Last week the European Court of Justice declared the 2006 Data Retention Directive invalid. As a result, communications providers may be able to look forward to an easing of the requirements on them to collect and store individual communications data.
In a pair of joined cases brought by an Irish campaigning organisation (Digital Rights Ireland) and by a large group of Austrian applicants the court considered whether the Data Retention Directive was compatible with two fundamental rights: respect for private life and protection of personal data.
The court said that it was not, commenting in its press release that
by requiring the retention of those data and by allowing the competent national authorities to access those data, the directive interferes in a particularly serious manner with the fundamental rights to respect for private life and to the protection of personal data.
Less than a year ago the same court fined Sweden 3 million Euro for failure to implement on time. Then the court was not interested in Sweden’s internal debates about the balance between the protection of privacy and the prevention of crime. It said
given that the directive is intended to ensure that electronic communications data are available for the purpose of the investigation, detection and prosecution of serious crime, any delay in its transposition is liable to have consequences for public and private interests.
In 2006 concerns about terrorism and organised crime were high on the agenda, following the Madrid train bombings in 2004 and the London tube and bus bombings of 2005. The aim of the directive was to enable the collection of data by national governments in a uniform way across Europe, so that there were equal levels of protection for individuals, as well as a level playing field for businesses providing communications services. But it has been much criticised, and the relevant national laws have been challenged in several countries. With the Snowden revelations concerns about privacy for private communications and 'government snooping' now have greater political weight.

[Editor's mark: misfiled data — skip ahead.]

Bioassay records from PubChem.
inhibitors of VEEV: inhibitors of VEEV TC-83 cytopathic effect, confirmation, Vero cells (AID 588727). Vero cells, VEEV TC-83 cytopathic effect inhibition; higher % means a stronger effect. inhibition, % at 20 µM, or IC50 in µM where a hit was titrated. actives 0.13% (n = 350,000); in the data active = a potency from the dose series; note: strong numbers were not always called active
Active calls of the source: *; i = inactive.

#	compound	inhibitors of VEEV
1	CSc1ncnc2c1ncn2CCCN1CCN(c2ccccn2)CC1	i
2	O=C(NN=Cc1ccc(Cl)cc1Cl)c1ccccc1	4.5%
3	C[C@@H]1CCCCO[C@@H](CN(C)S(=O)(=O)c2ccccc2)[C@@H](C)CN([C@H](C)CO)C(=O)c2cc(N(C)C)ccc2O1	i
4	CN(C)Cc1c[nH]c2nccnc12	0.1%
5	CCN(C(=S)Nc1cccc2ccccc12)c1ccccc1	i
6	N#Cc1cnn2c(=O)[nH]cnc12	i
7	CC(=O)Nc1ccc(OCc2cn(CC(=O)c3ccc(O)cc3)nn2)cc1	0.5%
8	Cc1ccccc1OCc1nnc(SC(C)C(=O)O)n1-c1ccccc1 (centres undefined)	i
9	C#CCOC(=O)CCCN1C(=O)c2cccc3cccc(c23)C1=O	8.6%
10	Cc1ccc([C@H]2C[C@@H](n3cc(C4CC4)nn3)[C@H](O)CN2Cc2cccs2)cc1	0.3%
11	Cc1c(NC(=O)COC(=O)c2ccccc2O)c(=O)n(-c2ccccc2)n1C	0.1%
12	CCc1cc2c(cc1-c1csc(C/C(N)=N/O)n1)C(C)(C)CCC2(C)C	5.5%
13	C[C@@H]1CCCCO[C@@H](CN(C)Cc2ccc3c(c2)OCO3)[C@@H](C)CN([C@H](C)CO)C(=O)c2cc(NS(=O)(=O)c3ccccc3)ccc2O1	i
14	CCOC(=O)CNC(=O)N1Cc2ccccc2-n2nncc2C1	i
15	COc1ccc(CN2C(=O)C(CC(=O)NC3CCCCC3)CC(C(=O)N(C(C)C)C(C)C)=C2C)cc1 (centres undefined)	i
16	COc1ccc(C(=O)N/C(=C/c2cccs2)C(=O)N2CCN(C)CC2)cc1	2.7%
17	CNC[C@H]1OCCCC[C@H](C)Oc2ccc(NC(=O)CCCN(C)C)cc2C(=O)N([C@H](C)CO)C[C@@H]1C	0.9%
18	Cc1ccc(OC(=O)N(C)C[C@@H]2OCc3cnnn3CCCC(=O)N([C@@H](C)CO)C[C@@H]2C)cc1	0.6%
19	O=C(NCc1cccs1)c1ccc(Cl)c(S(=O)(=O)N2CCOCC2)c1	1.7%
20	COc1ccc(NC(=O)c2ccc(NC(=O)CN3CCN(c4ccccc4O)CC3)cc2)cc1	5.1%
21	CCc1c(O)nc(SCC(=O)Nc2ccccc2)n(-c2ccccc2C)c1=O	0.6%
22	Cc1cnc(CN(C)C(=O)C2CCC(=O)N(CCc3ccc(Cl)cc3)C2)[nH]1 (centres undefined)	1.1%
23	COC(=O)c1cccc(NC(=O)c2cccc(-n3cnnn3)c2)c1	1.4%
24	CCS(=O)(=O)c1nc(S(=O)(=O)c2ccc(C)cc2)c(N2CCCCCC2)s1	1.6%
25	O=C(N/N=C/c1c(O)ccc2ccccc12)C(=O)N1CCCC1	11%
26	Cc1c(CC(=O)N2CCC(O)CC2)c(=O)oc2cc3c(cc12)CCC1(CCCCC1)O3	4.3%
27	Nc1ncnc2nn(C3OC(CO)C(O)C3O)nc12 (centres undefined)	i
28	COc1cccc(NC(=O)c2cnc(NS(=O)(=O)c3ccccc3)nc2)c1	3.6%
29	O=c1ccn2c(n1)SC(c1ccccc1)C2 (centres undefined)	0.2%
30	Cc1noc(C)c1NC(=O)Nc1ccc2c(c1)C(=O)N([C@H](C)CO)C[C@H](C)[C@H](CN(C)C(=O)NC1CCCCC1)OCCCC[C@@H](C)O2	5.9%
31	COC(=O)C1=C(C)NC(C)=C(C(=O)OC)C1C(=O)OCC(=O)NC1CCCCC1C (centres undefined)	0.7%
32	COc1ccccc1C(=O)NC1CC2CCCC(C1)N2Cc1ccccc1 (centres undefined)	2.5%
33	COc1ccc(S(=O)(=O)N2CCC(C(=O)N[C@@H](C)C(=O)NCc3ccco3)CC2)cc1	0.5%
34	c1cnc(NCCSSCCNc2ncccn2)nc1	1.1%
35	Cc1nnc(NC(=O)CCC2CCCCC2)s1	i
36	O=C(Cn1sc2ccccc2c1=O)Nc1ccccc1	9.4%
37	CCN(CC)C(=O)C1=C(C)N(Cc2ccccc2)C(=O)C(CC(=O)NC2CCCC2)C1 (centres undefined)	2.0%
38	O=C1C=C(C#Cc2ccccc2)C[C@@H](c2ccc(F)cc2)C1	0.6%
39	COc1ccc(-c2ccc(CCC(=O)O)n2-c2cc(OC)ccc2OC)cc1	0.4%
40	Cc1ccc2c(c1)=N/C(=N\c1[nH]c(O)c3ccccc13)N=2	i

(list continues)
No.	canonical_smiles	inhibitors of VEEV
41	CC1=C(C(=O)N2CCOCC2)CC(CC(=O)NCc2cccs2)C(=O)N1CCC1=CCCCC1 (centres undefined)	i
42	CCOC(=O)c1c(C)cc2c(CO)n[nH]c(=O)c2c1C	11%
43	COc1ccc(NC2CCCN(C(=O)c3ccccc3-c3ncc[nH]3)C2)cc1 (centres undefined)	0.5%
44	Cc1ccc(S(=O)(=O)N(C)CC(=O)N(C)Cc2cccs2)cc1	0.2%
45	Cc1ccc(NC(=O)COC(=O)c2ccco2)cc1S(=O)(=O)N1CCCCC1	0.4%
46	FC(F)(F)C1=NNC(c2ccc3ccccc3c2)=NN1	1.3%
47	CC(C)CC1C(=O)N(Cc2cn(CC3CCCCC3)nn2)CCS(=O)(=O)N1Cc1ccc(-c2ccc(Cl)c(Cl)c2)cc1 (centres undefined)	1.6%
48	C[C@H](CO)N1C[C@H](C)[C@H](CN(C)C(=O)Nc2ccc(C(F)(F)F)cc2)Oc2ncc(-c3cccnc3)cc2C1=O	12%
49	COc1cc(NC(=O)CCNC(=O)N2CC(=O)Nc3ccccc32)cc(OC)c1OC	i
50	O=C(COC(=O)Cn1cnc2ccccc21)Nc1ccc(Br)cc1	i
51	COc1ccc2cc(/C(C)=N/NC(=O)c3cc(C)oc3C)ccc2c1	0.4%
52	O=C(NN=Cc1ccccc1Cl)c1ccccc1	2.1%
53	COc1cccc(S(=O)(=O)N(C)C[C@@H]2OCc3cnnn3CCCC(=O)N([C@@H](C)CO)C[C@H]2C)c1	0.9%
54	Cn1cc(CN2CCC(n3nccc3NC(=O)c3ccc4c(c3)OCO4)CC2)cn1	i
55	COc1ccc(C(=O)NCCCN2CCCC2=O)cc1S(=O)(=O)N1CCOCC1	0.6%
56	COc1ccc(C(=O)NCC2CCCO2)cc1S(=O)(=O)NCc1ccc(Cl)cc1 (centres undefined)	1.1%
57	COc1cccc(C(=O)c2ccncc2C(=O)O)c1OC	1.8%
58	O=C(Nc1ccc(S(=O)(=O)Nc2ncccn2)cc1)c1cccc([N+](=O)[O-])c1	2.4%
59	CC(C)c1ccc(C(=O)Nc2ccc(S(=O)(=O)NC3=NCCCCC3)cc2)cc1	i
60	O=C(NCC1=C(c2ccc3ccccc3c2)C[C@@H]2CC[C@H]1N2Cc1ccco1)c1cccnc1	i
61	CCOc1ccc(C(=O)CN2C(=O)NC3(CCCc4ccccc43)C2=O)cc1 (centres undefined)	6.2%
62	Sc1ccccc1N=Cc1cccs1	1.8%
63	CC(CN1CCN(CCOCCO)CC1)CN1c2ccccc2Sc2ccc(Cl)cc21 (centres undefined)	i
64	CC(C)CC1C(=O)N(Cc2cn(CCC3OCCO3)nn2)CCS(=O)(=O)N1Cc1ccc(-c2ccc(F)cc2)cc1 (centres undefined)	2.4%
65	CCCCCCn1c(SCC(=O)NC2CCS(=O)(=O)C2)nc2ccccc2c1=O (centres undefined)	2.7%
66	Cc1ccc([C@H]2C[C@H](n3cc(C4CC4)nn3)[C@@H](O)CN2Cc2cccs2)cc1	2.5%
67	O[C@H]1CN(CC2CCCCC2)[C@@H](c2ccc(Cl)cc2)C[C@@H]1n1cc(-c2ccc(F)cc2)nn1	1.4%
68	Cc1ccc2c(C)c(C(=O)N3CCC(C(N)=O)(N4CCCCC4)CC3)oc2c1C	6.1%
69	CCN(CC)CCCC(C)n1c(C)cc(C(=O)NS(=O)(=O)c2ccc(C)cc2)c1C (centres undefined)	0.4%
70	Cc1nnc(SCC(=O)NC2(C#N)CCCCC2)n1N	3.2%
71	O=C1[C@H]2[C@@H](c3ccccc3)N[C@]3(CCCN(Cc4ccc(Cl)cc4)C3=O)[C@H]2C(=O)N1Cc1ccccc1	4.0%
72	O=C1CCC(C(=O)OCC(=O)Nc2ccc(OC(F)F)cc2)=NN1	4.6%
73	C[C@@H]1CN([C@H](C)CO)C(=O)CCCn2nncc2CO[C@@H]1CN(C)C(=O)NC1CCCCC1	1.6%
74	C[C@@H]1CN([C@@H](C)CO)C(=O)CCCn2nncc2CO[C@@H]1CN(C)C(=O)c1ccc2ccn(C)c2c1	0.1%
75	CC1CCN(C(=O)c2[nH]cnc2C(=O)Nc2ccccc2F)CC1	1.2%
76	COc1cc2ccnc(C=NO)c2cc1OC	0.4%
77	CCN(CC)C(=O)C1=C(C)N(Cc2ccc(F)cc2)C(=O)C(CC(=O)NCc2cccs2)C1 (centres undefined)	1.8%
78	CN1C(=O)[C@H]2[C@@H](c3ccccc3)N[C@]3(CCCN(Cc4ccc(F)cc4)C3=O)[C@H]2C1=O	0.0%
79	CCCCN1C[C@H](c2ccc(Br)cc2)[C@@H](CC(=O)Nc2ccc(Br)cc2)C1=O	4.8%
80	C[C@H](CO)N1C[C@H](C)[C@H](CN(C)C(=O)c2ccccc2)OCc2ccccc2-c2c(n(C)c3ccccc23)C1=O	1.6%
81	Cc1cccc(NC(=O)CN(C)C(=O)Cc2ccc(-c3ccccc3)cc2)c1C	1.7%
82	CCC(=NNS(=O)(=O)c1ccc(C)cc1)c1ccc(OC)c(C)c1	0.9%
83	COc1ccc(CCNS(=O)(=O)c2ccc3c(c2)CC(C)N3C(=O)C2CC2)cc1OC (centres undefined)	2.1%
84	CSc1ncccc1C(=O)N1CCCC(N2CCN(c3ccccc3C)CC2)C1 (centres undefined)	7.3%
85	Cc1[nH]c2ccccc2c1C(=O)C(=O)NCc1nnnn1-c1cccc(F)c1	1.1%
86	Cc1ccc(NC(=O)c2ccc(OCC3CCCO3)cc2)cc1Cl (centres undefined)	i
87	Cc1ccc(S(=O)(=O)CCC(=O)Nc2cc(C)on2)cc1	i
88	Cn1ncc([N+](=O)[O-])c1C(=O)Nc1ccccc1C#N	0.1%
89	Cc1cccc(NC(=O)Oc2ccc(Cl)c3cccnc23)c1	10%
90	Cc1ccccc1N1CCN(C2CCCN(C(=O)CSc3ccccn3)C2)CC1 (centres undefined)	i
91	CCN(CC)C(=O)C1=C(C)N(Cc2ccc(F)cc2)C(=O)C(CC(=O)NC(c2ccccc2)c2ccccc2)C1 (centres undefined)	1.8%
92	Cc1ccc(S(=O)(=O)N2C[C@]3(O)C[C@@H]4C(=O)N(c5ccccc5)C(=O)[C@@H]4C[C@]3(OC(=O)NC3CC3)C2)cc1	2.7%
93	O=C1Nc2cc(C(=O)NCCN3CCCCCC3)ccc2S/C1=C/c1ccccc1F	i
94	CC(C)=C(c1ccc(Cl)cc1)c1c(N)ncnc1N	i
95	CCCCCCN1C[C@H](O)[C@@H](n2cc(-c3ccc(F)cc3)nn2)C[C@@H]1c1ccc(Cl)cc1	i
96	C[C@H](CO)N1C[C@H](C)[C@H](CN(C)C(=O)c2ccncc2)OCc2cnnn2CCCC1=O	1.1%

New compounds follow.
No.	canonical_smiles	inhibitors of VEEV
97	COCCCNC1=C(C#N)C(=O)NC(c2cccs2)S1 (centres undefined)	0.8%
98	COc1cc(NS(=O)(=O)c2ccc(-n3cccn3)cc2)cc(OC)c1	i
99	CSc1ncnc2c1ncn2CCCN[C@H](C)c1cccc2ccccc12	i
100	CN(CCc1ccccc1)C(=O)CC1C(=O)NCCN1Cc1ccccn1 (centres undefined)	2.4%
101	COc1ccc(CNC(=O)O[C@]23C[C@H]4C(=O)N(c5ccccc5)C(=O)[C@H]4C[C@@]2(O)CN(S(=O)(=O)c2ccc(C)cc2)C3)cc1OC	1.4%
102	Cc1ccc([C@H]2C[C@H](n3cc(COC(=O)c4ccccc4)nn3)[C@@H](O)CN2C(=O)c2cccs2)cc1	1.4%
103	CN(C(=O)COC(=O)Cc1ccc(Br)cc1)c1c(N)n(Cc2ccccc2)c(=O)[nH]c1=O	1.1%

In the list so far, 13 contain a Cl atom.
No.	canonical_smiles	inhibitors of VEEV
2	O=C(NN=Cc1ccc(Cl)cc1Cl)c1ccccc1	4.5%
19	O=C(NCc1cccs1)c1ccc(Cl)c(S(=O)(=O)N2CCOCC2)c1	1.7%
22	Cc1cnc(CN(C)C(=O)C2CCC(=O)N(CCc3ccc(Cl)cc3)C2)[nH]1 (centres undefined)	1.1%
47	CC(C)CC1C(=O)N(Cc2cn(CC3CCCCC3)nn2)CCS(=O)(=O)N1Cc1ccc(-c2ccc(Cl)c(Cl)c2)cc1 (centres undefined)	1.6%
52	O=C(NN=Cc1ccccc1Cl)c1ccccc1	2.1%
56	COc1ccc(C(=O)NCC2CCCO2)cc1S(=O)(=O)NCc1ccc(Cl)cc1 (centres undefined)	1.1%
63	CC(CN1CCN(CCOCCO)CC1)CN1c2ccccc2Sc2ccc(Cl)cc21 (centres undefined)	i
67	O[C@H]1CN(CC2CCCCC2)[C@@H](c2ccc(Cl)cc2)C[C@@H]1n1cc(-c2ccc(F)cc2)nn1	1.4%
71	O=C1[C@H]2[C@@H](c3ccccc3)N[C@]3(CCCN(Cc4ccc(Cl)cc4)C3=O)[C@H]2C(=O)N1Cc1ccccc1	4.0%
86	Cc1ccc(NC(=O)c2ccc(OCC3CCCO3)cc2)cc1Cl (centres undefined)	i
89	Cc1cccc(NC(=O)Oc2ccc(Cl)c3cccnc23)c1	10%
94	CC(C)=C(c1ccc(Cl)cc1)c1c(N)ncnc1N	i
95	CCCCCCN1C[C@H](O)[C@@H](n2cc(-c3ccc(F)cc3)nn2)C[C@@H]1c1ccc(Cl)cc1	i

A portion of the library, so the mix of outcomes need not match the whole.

The Irish and Austrian courts will have to consider how to respond to the ruling. But because the directive itself is void EU countries which have put in place their own laws to implement it will have to consider what action to take.
The UK implemented the directive with a set of regulations covering mobile telephony, internet access, internet email and internet telephony. These regulations apply to public communications providers who generate or process communications data in the UK. Specified data to trace and identify the source of a communication, its destination, date, time, duration and type, has to be retained for 12 months and can be accessed in by officials such as police officers in accordance with the Regulation of Investigatory Powers Act 2000.
It is not clear what action the UK will now take, but the Government's heavily criticised draft Communications Data Bill, that would extend the range of communications data being collected, seems even less likely to become law.